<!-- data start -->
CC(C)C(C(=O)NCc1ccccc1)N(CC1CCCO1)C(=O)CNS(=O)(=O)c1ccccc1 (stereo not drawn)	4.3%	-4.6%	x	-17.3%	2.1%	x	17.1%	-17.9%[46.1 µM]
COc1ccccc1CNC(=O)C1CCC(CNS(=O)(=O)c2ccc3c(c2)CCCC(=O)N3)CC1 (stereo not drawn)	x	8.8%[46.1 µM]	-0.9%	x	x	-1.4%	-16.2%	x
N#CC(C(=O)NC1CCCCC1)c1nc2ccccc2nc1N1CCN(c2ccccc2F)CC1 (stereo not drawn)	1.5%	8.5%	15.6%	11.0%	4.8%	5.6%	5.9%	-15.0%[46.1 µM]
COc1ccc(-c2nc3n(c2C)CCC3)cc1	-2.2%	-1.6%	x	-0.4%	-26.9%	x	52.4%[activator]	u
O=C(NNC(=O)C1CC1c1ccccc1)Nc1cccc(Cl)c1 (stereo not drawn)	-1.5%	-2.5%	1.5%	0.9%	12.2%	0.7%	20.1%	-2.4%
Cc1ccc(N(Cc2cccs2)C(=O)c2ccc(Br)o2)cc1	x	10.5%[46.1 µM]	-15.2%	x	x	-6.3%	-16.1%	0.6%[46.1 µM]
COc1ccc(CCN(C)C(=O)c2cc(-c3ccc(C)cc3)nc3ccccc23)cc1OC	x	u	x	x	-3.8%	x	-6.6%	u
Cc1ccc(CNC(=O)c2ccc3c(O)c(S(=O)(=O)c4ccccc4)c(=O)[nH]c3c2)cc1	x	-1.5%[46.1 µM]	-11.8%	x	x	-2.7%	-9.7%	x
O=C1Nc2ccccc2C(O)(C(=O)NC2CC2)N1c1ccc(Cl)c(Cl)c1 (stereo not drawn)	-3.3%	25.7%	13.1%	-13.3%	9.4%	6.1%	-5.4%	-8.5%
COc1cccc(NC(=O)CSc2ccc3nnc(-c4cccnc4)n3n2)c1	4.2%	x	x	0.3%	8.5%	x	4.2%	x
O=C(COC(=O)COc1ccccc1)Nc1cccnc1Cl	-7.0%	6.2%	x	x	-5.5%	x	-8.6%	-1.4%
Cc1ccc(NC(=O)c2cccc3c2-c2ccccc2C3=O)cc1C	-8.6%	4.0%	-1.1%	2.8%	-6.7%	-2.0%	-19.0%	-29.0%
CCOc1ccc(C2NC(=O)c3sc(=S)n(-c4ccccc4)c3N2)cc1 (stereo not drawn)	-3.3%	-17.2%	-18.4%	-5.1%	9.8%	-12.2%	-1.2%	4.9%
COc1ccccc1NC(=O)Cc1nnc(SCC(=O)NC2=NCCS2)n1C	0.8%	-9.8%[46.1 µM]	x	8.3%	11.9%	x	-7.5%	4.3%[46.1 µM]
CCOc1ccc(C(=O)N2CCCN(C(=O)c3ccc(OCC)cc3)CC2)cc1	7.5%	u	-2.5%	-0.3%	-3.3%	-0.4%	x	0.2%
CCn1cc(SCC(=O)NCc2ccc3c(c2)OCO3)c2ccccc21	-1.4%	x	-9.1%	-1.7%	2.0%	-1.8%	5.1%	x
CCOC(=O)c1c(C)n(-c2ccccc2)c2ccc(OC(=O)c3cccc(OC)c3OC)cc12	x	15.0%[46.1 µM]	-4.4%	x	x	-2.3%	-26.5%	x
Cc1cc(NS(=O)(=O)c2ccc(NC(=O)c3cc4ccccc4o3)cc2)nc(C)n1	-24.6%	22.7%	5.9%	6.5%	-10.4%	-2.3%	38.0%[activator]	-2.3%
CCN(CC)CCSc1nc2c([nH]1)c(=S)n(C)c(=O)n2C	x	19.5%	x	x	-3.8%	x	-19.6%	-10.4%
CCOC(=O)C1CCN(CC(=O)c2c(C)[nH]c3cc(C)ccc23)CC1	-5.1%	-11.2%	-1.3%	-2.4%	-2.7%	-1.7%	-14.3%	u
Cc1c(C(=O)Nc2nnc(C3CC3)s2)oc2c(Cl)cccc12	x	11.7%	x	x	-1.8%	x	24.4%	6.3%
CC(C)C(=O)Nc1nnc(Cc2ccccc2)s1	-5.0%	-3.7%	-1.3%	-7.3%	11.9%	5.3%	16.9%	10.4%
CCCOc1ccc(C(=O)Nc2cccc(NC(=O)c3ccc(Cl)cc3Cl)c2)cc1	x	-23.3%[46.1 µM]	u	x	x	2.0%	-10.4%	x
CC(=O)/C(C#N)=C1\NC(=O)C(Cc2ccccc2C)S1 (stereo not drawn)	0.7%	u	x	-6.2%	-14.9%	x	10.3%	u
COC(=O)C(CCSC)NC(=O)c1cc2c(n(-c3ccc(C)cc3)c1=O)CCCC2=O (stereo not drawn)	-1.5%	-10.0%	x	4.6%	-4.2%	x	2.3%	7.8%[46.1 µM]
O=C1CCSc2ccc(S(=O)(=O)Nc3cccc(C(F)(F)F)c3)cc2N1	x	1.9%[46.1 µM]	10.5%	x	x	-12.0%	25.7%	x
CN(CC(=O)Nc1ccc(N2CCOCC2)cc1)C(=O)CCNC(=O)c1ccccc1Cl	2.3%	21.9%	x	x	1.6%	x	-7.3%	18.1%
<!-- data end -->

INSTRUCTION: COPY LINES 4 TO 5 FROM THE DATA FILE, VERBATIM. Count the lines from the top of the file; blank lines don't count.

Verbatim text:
COc1ccc(-c2nc3n(c2C)CCC3)cc1	-2.2%	-1.6%	x	-0.4%	-26.9%	x	52.4%[activator]	u
O=C(NNC(=O)C1CC1c1ccccc1)Nc1cccc(Cl)c1 (stereo not drawn)	-1.5%	-2.5%	1.5%	0.9%	12.2%	0.7%	20.1%	-2.4%